Comments of the Privacy Rights Clearinghouse and the Utility Consumers' Action Network on Proposed Privacy of Consumer Financial Information Regulations (Gramm-Leach Bliley Act)

As our experiences demonstrate, even information sharing among affiliates can be harmful unless consumers receive affirmative notice of the nature of the business that received the information in addition to the nature of the product being marketed. We welcome those provisions in the proposed regulations that require financial institutions to identify the types of businesses engaged in by affiliates and unaffiliated third parties to whom they disclose confidential data. However, we believe that the G-L-B Act and the proposed regulations do not go far enough in protecting unwary consumers from direct marketing by affiliates who may sell products that are more risky than those offered by the financial institution the consumers do business with. The inability of consumers to "opt-out" of data sharing among affiliates exposes consumers to the kinds of marketing abuses suffered by our three elderly UCAN members.

Federal Agencies' Joint Request for Comment: Alternative Forms of Privacy Notices

The Gramm-Leach-Bliley Act (GLB) requires financial institutions to give customers annual notice of how personal information is collected and disclosed, and, under limited circumstances, a means for customers to control information flow. The notices delivered to consumers, beginning with the effective date of July 1, 2001, until now have generated substantial criticism from all interested parties. As the ANPR notes, there have been broad-based concerns expressed by representatives of financial institutions, consumers, privacy advocates, and Members of Congress.

In response to numerous concerns expressed by all stakeholders about privacy notices, the FTC convened a workshop in December 2001, just five months after financial institutions were required to send the initial privacy notice to customers. To further address these continuing concerns, the Agencies have published the ANPR. That the Agencies are willing to revisit the issue of clear notice to consumers by considering a short-form notice is an encouraging sign for consumer privacy interests.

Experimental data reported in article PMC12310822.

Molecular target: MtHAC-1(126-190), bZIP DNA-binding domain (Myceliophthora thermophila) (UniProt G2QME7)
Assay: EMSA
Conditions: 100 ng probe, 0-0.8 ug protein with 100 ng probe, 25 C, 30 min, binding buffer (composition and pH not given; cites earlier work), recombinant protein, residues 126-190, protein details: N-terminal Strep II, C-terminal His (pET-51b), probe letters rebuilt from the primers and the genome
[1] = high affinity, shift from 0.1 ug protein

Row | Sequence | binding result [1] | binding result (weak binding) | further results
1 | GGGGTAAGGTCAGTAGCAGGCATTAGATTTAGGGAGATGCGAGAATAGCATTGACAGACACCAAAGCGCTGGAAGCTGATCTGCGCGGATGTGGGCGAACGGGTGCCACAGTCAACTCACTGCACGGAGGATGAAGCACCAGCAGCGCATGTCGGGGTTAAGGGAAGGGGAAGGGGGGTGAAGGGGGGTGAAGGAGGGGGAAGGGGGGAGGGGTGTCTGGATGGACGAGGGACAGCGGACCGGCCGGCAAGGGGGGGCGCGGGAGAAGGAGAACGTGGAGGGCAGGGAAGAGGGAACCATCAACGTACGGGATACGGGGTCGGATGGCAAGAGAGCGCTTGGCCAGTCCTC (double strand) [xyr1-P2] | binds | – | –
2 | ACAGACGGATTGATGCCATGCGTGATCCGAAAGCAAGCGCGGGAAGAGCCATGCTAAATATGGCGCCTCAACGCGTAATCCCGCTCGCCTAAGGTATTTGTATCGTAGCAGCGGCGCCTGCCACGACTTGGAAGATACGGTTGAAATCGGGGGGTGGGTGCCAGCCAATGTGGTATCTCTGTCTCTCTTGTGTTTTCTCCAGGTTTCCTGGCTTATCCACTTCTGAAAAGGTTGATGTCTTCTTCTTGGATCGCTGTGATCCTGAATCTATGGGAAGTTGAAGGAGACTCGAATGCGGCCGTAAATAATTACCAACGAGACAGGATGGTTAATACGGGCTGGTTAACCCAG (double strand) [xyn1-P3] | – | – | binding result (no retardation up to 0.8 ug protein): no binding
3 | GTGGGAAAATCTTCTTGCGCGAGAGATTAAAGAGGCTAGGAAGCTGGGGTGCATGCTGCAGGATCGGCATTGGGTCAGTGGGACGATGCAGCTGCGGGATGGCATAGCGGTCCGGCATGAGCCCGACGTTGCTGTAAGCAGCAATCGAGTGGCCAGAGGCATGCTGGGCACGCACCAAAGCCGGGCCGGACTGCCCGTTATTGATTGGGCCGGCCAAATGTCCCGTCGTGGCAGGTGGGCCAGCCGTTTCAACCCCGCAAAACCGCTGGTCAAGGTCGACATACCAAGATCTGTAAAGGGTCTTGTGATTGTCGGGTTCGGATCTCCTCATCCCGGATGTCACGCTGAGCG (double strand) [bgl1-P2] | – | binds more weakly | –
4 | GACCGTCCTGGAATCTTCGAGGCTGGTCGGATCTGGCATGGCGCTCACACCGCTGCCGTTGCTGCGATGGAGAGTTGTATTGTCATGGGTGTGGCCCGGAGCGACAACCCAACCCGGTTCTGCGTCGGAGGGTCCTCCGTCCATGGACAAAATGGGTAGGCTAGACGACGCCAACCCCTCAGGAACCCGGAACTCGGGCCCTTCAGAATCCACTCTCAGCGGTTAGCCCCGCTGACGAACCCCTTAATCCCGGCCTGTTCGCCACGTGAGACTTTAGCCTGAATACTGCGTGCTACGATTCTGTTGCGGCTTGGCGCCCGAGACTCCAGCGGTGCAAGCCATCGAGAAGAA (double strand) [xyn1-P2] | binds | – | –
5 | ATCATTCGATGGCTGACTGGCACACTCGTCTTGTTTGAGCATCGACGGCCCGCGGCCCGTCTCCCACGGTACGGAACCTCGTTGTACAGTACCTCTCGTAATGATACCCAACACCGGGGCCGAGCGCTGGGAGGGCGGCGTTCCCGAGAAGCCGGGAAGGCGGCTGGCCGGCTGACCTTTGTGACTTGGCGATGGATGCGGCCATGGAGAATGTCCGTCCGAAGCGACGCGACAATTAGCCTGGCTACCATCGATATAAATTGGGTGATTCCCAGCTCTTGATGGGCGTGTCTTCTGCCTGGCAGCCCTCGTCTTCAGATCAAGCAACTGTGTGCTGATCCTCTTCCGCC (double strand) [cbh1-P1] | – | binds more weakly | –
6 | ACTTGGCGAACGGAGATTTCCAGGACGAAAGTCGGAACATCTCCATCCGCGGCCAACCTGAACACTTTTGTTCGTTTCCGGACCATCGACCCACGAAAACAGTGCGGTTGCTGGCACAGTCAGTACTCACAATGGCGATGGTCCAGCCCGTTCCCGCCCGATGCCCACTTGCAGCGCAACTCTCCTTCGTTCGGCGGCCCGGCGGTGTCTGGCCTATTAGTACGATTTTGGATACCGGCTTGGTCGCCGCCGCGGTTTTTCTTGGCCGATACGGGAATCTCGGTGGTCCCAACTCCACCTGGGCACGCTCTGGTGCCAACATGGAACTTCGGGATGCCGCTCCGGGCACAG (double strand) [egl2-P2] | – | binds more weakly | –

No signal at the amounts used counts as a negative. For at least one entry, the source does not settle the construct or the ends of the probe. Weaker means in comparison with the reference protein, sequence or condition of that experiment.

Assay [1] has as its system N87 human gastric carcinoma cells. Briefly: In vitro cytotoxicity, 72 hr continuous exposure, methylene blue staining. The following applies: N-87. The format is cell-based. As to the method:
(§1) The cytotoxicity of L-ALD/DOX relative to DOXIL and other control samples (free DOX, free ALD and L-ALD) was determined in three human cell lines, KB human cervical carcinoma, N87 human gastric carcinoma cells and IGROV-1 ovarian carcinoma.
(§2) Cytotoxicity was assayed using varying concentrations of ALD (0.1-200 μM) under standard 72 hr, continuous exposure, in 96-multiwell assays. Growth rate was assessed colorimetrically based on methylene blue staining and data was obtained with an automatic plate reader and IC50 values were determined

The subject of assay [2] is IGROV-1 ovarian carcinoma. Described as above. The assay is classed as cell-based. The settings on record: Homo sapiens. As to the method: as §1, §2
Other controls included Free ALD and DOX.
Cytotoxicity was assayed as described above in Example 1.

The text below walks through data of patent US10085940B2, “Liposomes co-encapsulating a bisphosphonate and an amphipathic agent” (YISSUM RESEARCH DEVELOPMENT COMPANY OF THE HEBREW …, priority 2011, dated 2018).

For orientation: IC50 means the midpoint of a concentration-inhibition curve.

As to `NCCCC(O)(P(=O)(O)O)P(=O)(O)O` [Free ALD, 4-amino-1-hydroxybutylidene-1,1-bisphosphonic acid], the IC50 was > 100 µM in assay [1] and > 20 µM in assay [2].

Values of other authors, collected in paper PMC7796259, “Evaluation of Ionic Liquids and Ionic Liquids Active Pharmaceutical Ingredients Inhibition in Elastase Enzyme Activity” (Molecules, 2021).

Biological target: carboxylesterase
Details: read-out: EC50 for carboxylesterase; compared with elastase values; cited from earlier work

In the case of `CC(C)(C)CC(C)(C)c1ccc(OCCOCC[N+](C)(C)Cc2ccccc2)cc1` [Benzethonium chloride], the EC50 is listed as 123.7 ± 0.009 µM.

2001: The GLB Odyssey -- We're Not There Yet: How Consumers Rial Privacy Notices and Recommendations for Improving Them

Given the complexity and limitations of GLB's privacy provisions, the Privacy Rights Clearinghouse (PRC) undertook a major project to educate consumers about the new law and their right to prevent information sharing. The PRC launched this project with the premise that such an educational program would fill the gap left by questions unanswered from consumers' review of the notices required by GLB. Instead, what we found was that the majority of consumers who contacted us had heard or read media stories about the GLB notices and realized they had ignored the notices that their financial institutions had mailed to them in previous months. Few of the consumers who contacted us had actually noticed or read the notices. They were worried that they had missed the opportunity to prevent the sharing of their customer data with other companies.

Financial Privacy: The Shortcomings of the Federal Financial Services Modernization Act

The new federal law, the Financial Services Modernization Act, enables three industries to affiliate under one corporate roof -- banking, insurance, and securities. The Act requires that banks and financial services provide an "opt-out" for customers to restrict the sale of personal information to third parties. But it gives no ability for customers to restrict the sharing of data between and among affiliates.

Want to Buy a $37 Soda?

Pay with a debit card and that refreshing soda on a hot day may give your wallet chills. Because of the way that most banks process debit card transactions, a $2.00 soda can generate $35 in bank fees. In this alert, we’ll highlight basic steps consumers should take to avoid the pernicious cycle of overdrafts and bank fees

Spring Cleaning Your Personal and Financial Records

Now that tax season is over, many people are wondering which personal and financial records they need to save for tax and other purposes. Some of us are packrats and like to save everything forever. Others can't wait to discard unwanted papers.

So what's the best way to decide whether to save or discard a record? Here are a few tips and information sources to help you decide what records you need to keep and for how long.


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